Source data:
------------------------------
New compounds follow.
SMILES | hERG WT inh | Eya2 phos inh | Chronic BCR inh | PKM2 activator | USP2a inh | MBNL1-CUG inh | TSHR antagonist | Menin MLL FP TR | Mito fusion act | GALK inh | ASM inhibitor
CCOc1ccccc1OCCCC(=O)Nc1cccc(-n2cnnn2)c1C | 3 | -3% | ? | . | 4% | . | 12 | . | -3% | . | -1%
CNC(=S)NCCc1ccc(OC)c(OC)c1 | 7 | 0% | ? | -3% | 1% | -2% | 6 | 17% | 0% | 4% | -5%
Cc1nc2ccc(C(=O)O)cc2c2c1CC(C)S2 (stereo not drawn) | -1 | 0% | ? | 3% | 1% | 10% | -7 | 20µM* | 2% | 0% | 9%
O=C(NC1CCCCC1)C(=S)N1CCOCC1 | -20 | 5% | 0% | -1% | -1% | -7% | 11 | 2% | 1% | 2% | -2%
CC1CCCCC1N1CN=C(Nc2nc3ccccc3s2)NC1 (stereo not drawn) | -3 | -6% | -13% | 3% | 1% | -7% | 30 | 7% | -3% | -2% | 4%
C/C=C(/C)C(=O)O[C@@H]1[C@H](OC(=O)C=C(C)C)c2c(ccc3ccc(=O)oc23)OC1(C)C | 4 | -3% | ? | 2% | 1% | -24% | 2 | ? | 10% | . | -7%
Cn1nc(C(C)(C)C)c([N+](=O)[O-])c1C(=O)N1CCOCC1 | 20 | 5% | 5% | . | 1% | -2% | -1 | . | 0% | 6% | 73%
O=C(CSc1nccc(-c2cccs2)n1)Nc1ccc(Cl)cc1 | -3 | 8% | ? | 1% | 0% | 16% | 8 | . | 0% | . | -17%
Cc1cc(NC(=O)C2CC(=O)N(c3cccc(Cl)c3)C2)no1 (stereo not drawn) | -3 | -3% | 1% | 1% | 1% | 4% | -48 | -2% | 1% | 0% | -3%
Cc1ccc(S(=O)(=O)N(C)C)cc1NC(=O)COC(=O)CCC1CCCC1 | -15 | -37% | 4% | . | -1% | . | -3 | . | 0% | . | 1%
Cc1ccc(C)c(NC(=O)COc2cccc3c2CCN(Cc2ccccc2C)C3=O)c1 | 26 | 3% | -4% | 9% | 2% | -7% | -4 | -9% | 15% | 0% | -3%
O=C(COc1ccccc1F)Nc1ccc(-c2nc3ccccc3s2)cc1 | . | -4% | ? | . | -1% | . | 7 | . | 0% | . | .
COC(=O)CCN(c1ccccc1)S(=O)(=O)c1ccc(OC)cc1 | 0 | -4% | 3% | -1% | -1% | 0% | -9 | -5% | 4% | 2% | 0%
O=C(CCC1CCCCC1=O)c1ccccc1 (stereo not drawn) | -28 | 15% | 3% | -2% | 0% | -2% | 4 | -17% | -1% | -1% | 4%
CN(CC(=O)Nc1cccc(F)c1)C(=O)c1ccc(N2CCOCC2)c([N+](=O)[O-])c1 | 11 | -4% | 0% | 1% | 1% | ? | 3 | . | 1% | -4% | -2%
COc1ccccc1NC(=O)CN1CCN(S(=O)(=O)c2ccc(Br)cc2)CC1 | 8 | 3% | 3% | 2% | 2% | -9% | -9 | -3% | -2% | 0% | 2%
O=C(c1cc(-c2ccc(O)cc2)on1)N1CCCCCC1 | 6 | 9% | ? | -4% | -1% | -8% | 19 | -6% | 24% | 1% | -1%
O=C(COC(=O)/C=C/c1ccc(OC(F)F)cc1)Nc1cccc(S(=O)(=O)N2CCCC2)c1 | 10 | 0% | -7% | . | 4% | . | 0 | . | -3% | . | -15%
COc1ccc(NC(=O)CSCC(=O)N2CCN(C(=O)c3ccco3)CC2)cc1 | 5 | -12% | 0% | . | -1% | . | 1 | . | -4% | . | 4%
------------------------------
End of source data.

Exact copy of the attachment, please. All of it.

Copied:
New compounds follow.
SMILES | hERG WT inh | Eya2 phos inh | Chronic BCR inh | PKM2 activator | USP2a inh | MBNL1-CUG inh | TSHR antagonist | Menin MLL FP TR | Mito fusion act | GALK inh | ASM inhibitor
CCOc1ccccc1OCCCC(=O)Nc1cccc(-n2cnnn2)c1C | 3 | -3% | ? | . | 4% | . | 12 | . | -3% | . | -1%
CNC(=S)NCCc1ccc(OC)c(OC)c1 | 7 | 0% | ? | -3% | 1% | -2% | 6 | 17% | 0% | 4% | -5%
Cc1nc2ccc(C(=O)O)cc2c2c1CC(C)S2 (stereo not drawn) | -1 | 0% | ? | 3% | 1% | 10% | -7 | 20µM* | 2% | 0% | 9%
O=C(NC1CCCCC1)C(=S)N1CCOCC1 | -20 | 5% | 0% | -1% | -1% | -7% | 11 | 2% | 1% | 2% | -2%
CC1CCCCC1N1CN=C(Nc2nc3ccccc3s2)NC1 (stereo not drawn) | -3 | -6% | -13% | 3% | 1% | -7% | 30 | 7% | -3% | -2% | 4%
C/C=C(/C)C(=O)O[C@@H]1[C@H](OC(=O)C=C(C)C)c2c(ccc3ccc(=O)oc23)OC1(C)C | 4 | -3% | ? | 2% | 1% | -24% | 2 | ? | 10% | . | -7%
Cn1nc(C(C)(C)C)c([N+](=O)[O-])c1C(=O)N1CCOCC1 | 20 | 5% | 5% | . | 1% | -2% | -1 | . | 0% | 6% | 73%
O=C(CSc1nccc(-c2cccs2)n1)Nc1ccc(Cl)cc1 | -3 | 8% | ? | 1% | 0% | 16% | 8 | . | 0% | . | -17%
Cc1cc(NC(=O)C2CC(=O)N(c3cccc(Cl)c3)C2)no1 (stereo not drawn) | -3 | -3% | 1% | 1% | 1% | 4% | -48 | -2% | 1% | 0% | -3%
Cc1ccc(S(=O)(=O)N(C)C)cc1NC(=O)COC(=O)CCC1CCCC1 | -15 | -37% | 4% | . | -1% | . | -3 | . | 0% | . | 1%
Cc1ccc(C)c(NC(=O)COc2cccc3c2CCN(Cc2ccccc2C)C3=O)c1 | 26 | 3% | -4% | 9% | 2% | -7% | -4 | -9% | 15% | 0% | -3%
O=C(COc1ccccc1F)Nc1ccc(-c2nc3ccccc3s2)cc1 | . | -4% | ? | . | -1% | . | 7 | . | 0% | . | .
COC(=O)CCN(c1ccccc1)S(=O)(=O)c1ccc(OC)cc1 | 0 | -4% | 3% | -1% | -1% | 0% | -9 | -5% | 4% | 2% | 0%
O=C(CCC1CCCCC1=O)c1ccccc1 (stereo not drawn) | -28 | 15% | 3% | -2% | 0% | -2% | 4 | -17% | -1% | -1% | 4%
CN(CC(=O)Nc1cccc(F)c1)C(=O)c1ccc(N2CCOCC2)c([N+](=O)[O-])c1 | 11 | -4% | 0% | 1% | 1% | ? | 3 | . | 1% | -4% | -2%
COc1ccccc1NC(=O)CN1CCN(S(=O)(=O)c2ccc(Br)cc2)CC1 | 8 | 3% | 3% | 2% | 2% | -9% | -9 | -3% | -2% | 0% | 2%
O=C(c1cc(-c2ccc(O)cc2)on1)N1CCCCCC1 | 6 | 9% | ? | -4% | -1% | -8% | 19 | -6% | 24% | 1% | -1%
O=C(COC(=O)/C=C/c1ccc(OC(F)F)cc1)Nc1cccc(S(=O)(=O)N2CCCC2)c1 | 10 | 0% | -7% | . | 4% | . | 0 | . | -3% | . | -15%
COc1ccc(NC(=O)CSCC(=O)N2CCN(C(=O)c3ccco3)CC2)cc1 | 5 | -12% | 0% | . | -1% | . | 1 | . | -4% | . | 4%